Back to school means packing a lunchbox for a lot of parents! Gone are the days of brown bags and bologna on white bread (although some days that sounds so yummy!) Now kids get themed bentos with perfectly written notes. At least that’s what Pinterest tells you…right? Well whether you ever dive into Pinterest or not, you might consider slipping a note between the sandwich and juice box now and again. Now I’m not the pinterest perfect mom, but I do have a child who upon entering Kindergarten could read. Very well. In fact, she’s used to reading a good portion of the day. So she NEEDS a little bit of a challenge since they don’t read a whole lot in the classroom yet! How can she get that? Why with a note tucked into her lunch, of course! Berry beary bento box optional 😉
Tips, tools and trends:
To get started, figure out what supplies you need. Decide how often you want to send a note and go from there. Sharpie markers or a good pen are good for writing as they don’t smear easily and you probably already have them. I found some shaped paper cutouts in the ‘teacher’ section of back to school at our local store. These are probably what teachers would use to put on the door, wall, or bulletin board with each child’s name, or other important information. Each pack contained anywhere from 24-36 pieces and cost less than a dollar. For about $5 you can get enough to last through the school year! You could also use post-it’s or any other paper you have laying around. Raid your desk drawer. What else are you doing with those political candidate freebie pads or constant bids for money from charities that send you a ‘gift’ of a notepad with their solicitation? Cut off the name and you have a note just the right size for a lunchbox! Keep these supplies near where you pack lunches. Don’t forget something to secure the note with, as well. I have a roll of masking tape that sticks well to the inside of the lunchbox, and won’t damage the box when removed, so I use a tiny piece of that on the top only, so it can be flipped and read on both sides! If you want something a little more special, find note pads themed to your child’s favorite movie/TV/book characters. A craft store or dollar store are also great places to find seasonal papers. Be sure and keep all the supplies together and add new items to your note-writing stash so you don’t lose them in the shuffle and have 20 pumpkin papers left in December. You can save them for the next year, of course, but the more general your seasonal supplies are, the better: snowmen (not Santa), pumpkins (not jack o lanterns), flowers, etc.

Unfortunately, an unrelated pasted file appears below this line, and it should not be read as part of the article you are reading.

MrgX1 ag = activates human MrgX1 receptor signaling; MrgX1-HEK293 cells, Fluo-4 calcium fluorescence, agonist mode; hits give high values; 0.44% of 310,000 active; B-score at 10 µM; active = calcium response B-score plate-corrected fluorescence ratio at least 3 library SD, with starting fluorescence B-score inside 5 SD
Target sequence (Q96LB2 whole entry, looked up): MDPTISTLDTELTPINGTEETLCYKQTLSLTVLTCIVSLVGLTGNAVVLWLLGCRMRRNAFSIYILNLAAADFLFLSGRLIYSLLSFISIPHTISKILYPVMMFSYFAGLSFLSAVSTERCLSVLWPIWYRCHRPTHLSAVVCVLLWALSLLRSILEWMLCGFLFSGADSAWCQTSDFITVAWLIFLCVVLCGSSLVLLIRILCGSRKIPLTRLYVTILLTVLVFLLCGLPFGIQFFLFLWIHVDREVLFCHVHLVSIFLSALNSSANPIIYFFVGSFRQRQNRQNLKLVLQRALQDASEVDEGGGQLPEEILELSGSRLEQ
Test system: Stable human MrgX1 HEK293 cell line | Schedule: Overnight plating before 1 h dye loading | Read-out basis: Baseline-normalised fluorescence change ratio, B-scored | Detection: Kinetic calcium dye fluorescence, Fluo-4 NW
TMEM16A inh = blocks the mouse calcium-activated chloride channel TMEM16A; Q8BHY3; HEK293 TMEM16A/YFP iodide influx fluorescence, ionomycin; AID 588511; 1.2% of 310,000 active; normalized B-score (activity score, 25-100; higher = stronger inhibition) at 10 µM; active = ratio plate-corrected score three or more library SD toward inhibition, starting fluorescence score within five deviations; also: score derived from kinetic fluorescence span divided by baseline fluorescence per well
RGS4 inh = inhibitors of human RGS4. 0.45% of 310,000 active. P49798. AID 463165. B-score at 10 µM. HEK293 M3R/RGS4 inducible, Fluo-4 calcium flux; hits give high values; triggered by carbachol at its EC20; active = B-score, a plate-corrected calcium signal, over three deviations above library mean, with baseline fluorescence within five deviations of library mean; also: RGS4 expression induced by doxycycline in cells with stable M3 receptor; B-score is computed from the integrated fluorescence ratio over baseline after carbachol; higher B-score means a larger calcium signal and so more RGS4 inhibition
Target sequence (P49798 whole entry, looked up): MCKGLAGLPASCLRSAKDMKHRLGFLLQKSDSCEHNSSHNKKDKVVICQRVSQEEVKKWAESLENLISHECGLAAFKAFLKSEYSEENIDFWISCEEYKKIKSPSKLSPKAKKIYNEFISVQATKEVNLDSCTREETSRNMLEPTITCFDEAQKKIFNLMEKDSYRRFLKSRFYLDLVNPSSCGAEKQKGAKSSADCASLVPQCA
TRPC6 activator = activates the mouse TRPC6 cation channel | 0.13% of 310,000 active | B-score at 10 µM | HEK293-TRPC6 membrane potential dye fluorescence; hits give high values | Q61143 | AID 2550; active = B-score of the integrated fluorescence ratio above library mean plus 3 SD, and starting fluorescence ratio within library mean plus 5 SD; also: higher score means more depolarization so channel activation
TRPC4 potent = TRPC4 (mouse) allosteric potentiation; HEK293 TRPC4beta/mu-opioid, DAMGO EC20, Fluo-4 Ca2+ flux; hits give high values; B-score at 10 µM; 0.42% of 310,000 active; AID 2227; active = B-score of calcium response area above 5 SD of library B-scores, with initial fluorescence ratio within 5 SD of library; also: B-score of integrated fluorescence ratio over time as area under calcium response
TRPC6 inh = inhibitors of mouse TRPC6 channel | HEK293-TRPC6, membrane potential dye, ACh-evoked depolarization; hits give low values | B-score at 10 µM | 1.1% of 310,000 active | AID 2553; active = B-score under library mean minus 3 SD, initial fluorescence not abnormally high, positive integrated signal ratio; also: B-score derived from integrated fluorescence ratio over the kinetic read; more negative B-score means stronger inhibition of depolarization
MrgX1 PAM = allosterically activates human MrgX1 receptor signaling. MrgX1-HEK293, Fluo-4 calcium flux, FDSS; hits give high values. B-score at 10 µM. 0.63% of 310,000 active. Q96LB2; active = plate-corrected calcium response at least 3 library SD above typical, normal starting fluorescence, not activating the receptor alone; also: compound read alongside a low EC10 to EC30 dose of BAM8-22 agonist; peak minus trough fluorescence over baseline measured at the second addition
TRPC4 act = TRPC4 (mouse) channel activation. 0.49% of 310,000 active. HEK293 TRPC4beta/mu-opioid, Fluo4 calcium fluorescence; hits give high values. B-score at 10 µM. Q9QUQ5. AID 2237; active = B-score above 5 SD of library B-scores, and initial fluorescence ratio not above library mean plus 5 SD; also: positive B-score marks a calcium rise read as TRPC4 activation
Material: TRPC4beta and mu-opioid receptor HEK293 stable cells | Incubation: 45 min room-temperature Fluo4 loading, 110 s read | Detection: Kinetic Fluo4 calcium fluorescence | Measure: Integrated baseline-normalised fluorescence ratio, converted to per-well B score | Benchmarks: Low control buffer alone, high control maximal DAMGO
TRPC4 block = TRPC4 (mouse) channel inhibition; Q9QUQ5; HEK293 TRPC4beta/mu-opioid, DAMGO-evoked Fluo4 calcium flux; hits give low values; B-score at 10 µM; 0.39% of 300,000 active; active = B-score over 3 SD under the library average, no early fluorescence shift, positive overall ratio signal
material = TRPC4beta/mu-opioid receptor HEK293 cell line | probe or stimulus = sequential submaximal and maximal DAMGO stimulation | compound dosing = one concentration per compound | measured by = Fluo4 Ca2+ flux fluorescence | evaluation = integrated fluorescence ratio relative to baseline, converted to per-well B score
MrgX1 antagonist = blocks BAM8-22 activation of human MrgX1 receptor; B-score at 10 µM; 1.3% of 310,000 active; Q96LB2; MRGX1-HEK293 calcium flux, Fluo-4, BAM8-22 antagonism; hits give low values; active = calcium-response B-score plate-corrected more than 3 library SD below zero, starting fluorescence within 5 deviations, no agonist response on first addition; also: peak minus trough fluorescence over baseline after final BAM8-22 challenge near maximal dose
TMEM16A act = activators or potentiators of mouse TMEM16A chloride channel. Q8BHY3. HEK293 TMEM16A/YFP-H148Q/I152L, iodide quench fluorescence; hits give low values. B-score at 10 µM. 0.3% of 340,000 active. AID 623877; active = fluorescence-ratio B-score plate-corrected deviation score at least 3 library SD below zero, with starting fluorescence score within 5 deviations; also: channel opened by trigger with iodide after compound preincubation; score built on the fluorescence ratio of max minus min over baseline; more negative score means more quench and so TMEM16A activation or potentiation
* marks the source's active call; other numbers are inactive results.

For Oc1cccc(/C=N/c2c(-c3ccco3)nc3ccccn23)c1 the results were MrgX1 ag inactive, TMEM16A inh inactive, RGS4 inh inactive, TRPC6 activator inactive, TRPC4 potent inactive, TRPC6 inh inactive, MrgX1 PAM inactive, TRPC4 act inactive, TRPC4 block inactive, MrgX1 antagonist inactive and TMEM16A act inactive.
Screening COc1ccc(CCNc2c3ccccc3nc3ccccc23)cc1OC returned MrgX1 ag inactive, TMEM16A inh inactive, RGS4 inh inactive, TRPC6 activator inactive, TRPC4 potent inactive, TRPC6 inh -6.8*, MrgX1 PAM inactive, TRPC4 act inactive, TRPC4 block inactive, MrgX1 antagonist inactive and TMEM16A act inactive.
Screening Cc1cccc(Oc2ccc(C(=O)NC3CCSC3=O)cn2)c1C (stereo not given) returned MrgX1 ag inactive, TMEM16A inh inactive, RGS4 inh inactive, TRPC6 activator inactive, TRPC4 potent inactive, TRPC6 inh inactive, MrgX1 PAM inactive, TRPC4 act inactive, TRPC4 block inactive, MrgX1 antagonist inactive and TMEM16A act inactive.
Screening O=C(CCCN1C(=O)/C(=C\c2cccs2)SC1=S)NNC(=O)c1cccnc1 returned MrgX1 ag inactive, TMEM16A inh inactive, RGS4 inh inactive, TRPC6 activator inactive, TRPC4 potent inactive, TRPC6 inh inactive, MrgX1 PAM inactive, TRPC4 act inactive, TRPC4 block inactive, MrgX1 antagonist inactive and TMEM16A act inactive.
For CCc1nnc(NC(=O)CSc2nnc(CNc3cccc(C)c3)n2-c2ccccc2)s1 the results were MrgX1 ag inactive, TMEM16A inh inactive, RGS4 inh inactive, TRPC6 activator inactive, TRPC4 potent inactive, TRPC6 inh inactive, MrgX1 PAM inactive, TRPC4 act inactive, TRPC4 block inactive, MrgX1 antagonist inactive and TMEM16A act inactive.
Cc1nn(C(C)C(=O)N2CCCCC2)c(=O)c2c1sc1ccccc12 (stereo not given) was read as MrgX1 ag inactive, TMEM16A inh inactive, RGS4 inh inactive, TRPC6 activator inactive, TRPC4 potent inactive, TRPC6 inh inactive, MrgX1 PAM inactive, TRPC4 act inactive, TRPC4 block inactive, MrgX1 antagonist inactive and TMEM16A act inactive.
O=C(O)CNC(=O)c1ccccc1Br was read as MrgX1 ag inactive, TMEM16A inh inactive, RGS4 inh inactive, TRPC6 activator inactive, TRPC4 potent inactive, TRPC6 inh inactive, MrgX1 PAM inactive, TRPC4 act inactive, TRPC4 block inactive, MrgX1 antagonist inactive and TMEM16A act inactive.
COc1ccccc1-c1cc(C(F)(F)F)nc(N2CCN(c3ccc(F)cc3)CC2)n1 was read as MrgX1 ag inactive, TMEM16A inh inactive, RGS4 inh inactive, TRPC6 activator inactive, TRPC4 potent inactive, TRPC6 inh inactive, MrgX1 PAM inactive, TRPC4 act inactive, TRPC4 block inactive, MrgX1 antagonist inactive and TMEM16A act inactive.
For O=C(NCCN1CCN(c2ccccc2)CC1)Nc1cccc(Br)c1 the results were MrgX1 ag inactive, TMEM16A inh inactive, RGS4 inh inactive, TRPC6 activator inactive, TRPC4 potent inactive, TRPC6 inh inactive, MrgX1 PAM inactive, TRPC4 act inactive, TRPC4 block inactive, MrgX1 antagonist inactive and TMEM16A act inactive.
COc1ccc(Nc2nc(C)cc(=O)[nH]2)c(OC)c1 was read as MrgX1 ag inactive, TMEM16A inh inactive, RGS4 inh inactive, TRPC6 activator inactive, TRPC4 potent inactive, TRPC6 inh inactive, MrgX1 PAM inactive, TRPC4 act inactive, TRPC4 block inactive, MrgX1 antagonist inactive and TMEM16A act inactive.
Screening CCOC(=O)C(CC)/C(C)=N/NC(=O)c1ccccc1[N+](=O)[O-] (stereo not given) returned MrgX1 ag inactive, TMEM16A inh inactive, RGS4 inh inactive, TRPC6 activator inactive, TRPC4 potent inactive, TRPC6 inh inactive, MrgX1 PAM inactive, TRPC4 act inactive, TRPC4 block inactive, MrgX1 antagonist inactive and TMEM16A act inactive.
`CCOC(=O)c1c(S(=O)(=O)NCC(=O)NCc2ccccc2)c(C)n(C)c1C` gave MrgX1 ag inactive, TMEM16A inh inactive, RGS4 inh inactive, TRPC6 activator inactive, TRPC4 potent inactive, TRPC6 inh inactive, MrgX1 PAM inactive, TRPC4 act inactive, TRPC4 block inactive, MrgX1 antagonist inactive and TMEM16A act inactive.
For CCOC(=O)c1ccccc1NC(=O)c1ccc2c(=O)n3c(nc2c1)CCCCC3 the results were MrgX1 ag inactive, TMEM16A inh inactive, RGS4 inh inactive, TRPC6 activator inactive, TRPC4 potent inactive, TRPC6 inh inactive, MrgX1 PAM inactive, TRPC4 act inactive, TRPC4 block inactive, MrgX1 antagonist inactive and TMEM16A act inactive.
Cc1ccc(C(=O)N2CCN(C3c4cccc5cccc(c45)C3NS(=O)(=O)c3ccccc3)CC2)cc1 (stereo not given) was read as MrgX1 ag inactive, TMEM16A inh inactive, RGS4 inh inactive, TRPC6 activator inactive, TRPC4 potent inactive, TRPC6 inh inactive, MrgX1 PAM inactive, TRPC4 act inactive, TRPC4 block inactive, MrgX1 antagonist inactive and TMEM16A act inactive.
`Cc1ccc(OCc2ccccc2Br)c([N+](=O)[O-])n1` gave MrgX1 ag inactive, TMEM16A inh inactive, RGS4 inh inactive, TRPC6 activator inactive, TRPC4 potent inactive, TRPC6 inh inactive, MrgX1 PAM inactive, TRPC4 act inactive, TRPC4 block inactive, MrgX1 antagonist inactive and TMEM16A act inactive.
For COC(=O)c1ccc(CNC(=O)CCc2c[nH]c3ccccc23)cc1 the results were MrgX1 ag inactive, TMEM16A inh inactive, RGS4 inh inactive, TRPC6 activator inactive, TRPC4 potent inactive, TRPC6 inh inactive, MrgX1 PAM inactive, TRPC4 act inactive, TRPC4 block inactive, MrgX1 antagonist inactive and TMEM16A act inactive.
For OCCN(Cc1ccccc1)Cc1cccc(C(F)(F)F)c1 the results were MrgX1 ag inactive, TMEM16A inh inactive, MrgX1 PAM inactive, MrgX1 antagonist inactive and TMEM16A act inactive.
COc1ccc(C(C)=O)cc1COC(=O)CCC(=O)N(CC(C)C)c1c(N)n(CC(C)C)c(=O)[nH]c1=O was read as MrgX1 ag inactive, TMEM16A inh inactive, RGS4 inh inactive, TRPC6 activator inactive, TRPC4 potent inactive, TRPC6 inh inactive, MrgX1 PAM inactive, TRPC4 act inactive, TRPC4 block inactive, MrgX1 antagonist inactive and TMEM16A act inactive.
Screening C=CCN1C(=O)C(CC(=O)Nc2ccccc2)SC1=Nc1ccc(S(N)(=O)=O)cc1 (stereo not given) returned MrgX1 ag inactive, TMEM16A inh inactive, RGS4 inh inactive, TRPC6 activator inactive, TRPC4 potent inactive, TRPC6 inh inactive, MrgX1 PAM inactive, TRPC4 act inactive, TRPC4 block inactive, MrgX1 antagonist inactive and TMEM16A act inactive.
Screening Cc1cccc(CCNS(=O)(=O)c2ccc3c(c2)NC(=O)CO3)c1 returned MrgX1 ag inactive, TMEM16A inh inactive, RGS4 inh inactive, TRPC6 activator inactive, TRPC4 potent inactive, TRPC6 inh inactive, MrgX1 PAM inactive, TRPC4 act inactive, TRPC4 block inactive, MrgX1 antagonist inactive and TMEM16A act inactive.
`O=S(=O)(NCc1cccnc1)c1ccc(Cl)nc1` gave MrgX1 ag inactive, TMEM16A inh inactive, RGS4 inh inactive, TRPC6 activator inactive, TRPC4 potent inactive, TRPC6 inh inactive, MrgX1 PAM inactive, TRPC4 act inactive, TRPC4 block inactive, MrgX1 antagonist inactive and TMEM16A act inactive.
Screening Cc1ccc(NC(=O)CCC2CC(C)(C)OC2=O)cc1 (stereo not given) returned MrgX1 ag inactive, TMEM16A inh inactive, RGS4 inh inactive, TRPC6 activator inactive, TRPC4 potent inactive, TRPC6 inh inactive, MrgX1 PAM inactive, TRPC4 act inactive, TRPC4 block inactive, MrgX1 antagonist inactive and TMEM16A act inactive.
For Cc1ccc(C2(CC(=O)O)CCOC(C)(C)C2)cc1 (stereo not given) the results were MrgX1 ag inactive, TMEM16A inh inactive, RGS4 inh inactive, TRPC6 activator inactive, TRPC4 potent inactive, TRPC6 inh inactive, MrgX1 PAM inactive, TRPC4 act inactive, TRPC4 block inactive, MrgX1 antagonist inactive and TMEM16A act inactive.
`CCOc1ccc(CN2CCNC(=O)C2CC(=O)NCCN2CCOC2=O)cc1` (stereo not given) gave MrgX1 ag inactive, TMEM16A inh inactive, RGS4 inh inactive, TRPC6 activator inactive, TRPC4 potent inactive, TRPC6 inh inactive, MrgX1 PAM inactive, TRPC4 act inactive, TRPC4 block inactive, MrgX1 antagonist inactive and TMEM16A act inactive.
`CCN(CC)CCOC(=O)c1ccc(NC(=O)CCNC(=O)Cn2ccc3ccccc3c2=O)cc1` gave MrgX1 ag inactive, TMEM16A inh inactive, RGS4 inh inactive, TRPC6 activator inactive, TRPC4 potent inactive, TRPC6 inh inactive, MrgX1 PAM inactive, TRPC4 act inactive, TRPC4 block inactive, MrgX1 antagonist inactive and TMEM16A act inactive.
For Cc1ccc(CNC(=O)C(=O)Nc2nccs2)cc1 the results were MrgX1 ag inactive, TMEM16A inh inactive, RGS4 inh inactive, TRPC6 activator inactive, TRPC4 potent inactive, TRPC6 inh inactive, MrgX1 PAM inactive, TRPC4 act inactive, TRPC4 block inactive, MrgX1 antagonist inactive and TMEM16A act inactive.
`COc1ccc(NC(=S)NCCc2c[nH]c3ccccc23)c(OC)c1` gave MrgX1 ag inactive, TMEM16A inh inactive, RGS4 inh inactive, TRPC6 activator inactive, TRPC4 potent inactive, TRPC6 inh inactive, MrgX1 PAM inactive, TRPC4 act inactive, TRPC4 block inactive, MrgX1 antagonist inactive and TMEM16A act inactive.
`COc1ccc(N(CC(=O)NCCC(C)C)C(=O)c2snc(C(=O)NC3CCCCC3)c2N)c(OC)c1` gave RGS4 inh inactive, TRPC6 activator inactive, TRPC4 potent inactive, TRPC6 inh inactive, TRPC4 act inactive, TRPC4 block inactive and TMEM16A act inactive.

Beginning of the year:
During the first few weeks, notes from home could include drawings, pictures, or letters that signify that family is thinking of the child. For early readers or older kids, “I love you” and xoxo are great space fillers for the front of the note, while filling out the back with more specifics where there is more blank space! Encouraging thoughts and reminders about good behavior or bouncing back from a bad day are a good way to get the second half of the day onto a bouncy and happy start!
Add a little noggin food to your lunchbox:
You won’t believe what knowledge you can impart to your child, even if you’re not there. Have they ever heard TGIF? Do they know what it means? How about acronyms? Good concept for kids to ‘get’ at this age! Plus it can help you transition your child from bus to homework as you say ‘how was your note?’ ‘did you know…’ and then lay out that homework folder! If kids stay in learning mode they’re less likely to fight those ABC’s! Not to mention a little scribble saying ‘this is daddy’s favorite veggie that you haven’t tried’… can go a LONG way to an empty lunch box (that actually hits the tummy and not the trashcan!)
If you’re not into making lunch about learning, impart information about their day or just give a little doodle! You can remind your child to ride the bus home, that it’s a holiday the next day, etc. Don’t forget to impart some silliness! In the owl note below, I suggested pumpkin as a pizza topping for our takeaway pizza [which happens to be a school fundraiser]. I wonder if she’ll giggle or frown? Can’t wait to find out!
- Take requests- on the note, and lunch
- Use your child’s favorite colors or themes
- Look up tidbits using a simple Internet search to add to the note if you get stuck
- Find out what you’re child is working on in class and incorporate that into the note if you can
- Keep track of what you’ve done so you’re not repeating yourself
- Holidays, seasons, and special school occasions are good ways to impart variety into your lunchbox notes–and the lunch, too!